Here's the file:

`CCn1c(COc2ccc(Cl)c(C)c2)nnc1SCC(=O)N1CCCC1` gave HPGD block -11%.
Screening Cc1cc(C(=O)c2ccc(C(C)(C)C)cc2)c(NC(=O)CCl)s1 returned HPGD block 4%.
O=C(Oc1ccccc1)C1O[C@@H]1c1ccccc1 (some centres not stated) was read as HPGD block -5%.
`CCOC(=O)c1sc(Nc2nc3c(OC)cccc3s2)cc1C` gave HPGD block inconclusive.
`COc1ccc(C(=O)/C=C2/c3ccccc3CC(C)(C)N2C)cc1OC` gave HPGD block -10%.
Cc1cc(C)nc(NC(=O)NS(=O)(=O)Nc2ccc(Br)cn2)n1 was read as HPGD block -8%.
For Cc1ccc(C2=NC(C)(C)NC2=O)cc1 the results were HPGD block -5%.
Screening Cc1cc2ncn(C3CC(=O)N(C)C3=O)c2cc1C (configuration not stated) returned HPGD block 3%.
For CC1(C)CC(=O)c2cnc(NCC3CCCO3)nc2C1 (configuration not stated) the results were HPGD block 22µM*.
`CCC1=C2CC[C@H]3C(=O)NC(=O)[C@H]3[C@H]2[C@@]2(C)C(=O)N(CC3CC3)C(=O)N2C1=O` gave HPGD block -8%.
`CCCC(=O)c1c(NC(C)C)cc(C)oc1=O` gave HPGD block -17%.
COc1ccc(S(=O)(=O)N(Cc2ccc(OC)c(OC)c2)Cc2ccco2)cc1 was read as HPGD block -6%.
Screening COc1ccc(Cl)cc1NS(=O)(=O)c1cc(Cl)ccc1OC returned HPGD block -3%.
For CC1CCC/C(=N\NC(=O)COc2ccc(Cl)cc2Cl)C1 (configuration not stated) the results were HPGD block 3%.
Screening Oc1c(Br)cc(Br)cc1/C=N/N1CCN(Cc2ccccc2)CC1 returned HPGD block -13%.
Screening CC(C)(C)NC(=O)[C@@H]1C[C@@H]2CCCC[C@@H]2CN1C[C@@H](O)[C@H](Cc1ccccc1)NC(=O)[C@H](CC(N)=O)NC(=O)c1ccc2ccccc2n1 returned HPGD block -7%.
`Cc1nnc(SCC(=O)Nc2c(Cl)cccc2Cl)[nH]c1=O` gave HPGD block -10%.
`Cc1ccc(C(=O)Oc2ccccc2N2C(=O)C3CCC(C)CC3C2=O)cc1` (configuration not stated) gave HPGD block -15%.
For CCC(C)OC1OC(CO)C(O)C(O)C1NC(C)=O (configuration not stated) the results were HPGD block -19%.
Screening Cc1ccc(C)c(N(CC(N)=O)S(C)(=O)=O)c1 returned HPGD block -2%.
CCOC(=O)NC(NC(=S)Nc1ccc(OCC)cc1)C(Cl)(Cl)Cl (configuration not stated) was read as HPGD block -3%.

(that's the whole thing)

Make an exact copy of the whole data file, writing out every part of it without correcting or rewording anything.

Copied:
`CCn1c(COc2ccc(Cl)c(C)c2)nnc1SCC(=O)N1CCCC1` gave HPGD block -11%.
Screening Cc1cc(C(=O)c2ccc(C(C)(C)C)cc2)c(NC(=O)CCl)s1 returned HPGD block 4%.
O=C(Oc1ccccc1)C1O[C@@H]1c1ccccc1 (some centres not stated) was read as HPGD block -5%.
`CCOC(=O)c1sc(Nc2nc3c(OC)cccc3s2)cc1C` gave HPGD block inconclusive.
`COc1ccc(C(=O)/C=C2/c3ccccc3CC(C)(C)N2C)cc1OC` gave HPGD block -10%.
Cc1cc(C)nc(NC(=O)NS(=O)(=O)Nc2ccc(Br)cn2)n1 was read as HPGD block -8%.
For Cc1ccc(C2=NC(C)(C)NC2=O)cc1 the results were HPGD block -5%.
Screening Cc1cc2ncn(C3CC(=O)N(C)C3=O)c2cc1C (configuration not stated) returned HPGD block 3%.
For CC1(C)CC(=O)c2cnc(NCC3CCCO3)nc2C1 (configuration not stated) the results were HPGD block 22µM*.
`CCC1=C2CC[C@H]3C(=O)NC(=O)[C@H]3[C@H]2[C@@]2(C)C(=O)N(CC3CC3)C(=O)N2C1=O` gave HPGD block -8%.
`CCCC(=O)c1c(NC(C)C)cc(C)oc1=O` gave HPGD block -17%.
COc1ccc(S(=O)(=O)N(Cc2ccc(OC)c(OC)c2)Cc2ccco2)cc1 was read as HPGD block -6%.
Screening COc1ccc(Cl)cc1NS(=O)(=O)c1cc(Cl)ccc1OC returned HPGD block -3%.
For CC1CCC/C(=N\NC(=O)COc2ccc(Cl)cc2Cl)C1 (configuration not stated) the results were HPGD block 3%.
Screening Oc1c(Br)cc(Br)cc1/C=N/N1CCN(Cc2ccccc2)CC1 returned HPGD block -13%.
Screening CC(C)(C)NC(=O)[C@@H]1C[C@@H]2CCCC[C@@H]2CN1C[C@@H](O)[C@H](Cc1ccccc1)NC(=O)[C@H](CC(N)=O)NC(=O)c1ccc2ccccc2n1 returned HPGD block -7%.
`Cc1nnc(SCC(=O)Nc2c(Cl)cccc2Cl)[nH]c1=O` gave HPGD block -10%.
`Cc1ccc(C(=O)Oc2ccccc2N2C(=O)C3CCC(C)CC3C2=O)cc1` (configuration not stated) gave HPGD block -15%.
For CCC(C)OC1OC(CO)C(O)C(O)C1NC(C)=O (configuration not stated) the results were HPGD block -19%.
Screening Cc1ccc(C)c(N(CC(N)=O)S(C)(=O)=O)c1 returned HPGD block -2%.
CCOC(=O)NC(NC(=S)Nc1ccc(OCC)cc1)C(Cl)(Cl)Cl (configuration not stated) was read as HPGD block -3%.